Upon my first viewing of this show, there was a crowd of people milling around the gallery. Many were holding brown paper bags which contained newly acquired art works. There was a feeling of urgency-latecomers realising that something was going for free, scrambling around to salvage the remains. The walls had the appearance of a sell-out show, with a wave of red dots creeping across the room. Martin Smith had usurped the usual model of an art opening where people go to look and transformed it into something where people go to get. His photographs might be categorized as 'urban picturesque': quiet depictions of garage doors, shop fronts or abandoned buildings. Viewers were at liberty to remove any work of choice and replace it with a red dot. This left only the typed title and a small red dot bearing the initials of the new owner upon the walls. The titles were fragments from songs, conversations and books, things like: 'A pink carnation and a pick-up truck', 'That's the spirit of God in you Stuey', or 'I sometimes find it hard to hide the fact that I am bored'—they had the effect of something heard and recognised, but not easily located.
The new artwork that emerged became defined by its absence and proffered questions about the commercial prospects of art: is the possibility of a sell-out show so slim that it is sufficiently gratifying to simulate it? Has it become satisfying enough to know that at the very least, artists can give work away? lt was not Smith's intention to expose the grasping nature of our collective psyche. Culturally, his purpose might be likened to one which precedes Western ways; the idea that the one who can give the most, possesses the most. According to the catalogue, the artist's intention was to make a tribute to the experience of loss. Fatefully, the nature of Art Happenings is dependant upon the audience, and in this instance, the artist was to experience a more profound sense of loss than he had expected. Smith had decided that complete ownership was to be given to the recipient, with the photographic negative sacrificed on the back of each image. These were offered with the acknowledgment that the image would follow its own trajectory. In exchange, Smith had hoped for a comment or a signature in his book, but this too, was taken. On the adjoining walls a different series mirrored the blatant consumerism at hand. Depicting a more entrenched type of retailing, Christopher Handran's photographs hum with the fluorescent confusion so particular to shopping malls. The blurry images were taken with a modified op-shop camera and serve to highlight the gestura! possibilities of neon light. What emerges is a poetry of squiggles which loop and dance within a mundane shopping environment. In one instance, the blues and pinks from a 'Don ut King' outlet spin between three consecutive images. Various logos feature prominently throughout the series, implying the 'solace in the universality of the urban experience',the comfort we gain from something recognizable in an alien environment.1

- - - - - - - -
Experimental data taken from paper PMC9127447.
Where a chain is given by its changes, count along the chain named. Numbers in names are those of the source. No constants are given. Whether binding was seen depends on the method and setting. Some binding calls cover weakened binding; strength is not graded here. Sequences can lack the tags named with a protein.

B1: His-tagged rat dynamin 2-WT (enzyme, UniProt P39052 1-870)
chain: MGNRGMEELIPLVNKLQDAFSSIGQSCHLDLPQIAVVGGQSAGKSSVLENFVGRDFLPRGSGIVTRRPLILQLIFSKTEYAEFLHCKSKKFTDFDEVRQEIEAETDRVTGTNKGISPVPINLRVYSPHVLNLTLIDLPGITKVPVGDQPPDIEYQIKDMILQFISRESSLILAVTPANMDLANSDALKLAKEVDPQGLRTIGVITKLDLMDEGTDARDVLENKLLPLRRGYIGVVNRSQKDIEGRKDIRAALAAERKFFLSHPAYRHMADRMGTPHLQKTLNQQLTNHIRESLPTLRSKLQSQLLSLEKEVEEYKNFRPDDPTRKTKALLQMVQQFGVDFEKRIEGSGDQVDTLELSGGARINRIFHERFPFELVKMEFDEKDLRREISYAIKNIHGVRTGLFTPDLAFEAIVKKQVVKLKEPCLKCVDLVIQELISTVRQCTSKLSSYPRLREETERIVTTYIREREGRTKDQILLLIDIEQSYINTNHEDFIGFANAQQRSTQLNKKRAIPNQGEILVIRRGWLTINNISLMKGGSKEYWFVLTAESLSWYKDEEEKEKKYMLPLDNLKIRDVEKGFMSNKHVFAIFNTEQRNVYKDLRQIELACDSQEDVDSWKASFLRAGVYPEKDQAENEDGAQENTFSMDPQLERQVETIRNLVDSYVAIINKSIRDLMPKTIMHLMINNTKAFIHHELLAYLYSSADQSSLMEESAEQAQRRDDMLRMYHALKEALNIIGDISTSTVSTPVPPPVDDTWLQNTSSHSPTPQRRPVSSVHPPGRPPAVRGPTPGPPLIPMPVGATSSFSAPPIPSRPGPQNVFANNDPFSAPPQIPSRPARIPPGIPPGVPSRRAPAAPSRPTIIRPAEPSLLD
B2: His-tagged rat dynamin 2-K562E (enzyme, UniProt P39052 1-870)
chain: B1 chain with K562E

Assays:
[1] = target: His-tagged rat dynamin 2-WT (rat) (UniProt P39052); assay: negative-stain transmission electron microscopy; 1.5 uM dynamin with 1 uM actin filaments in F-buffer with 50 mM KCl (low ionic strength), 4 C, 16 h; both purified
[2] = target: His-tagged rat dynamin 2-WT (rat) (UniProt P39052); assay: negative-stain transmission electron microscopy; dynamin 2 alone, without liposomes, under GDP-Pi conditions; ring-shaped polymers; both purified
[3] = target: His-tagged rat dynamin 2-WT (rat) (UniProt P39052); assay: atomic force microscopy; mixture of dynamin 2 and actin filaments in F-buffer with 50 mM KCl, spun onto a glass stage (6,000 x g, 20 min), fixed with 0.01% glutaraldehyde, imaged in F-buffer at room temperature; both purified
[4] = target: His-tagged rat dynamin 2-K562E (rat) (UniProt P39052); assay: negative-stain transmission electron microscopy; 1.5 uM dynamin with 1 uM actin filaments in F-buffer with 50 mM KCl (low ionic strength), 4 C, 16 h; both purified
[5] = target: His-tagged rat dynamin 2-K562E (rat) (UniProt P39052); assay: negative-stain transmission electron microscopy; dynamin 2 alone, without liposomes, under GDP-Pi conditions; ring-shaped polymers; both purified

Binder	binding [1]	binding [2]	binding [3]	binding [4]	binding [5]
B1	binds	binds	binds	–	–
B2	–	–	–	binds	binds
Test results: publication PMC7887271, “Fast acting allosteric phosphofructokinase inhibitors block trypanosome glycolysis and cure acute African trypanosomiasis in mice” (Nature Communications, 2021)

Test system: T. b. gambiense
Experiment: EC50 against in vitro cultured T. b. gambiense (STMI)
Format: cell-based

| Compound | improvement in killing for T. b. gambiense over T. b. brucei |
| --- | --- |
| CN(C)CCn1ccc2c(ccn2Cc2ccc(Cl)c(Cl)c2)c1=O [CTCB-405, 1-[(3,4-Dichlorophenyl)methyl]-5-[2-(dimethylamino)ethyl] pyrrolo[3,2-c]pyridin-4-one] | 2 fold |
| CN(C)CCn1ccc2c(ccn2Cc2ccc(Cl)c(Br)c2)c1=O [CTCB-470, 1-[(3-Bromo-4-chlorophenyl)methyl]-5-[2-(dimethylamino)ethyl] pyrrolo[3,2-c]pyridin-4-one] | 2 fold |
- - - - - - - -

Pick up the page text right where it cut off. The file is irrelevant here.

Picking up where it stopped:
By objectifying the urban retail experience, Handran reveals a true Situationist spirit, drifting through a city so at odds with the Metro building where both artists were in residency. lt is clear that a resonance between the artists has been developed through the shared residency which reaches beyond the boundaries of the 'Give and Take' cliche. But it is difficult not to sound like a martyred parent in summing up the work at hand. Although based on a Utopian idea of reciprocity, the outcome of the exhibition reflects the wicked nature of art itself. lt would be nice if there was a bit of give and take, but mostly, it is give, give, give.
I. Christopher Handran and Martin Smith, Give and Take, catalogue essay, Metro Arts, Brisbane, March 2002.
This exhibition was the result of a residency shared by the artists at Metro Arts.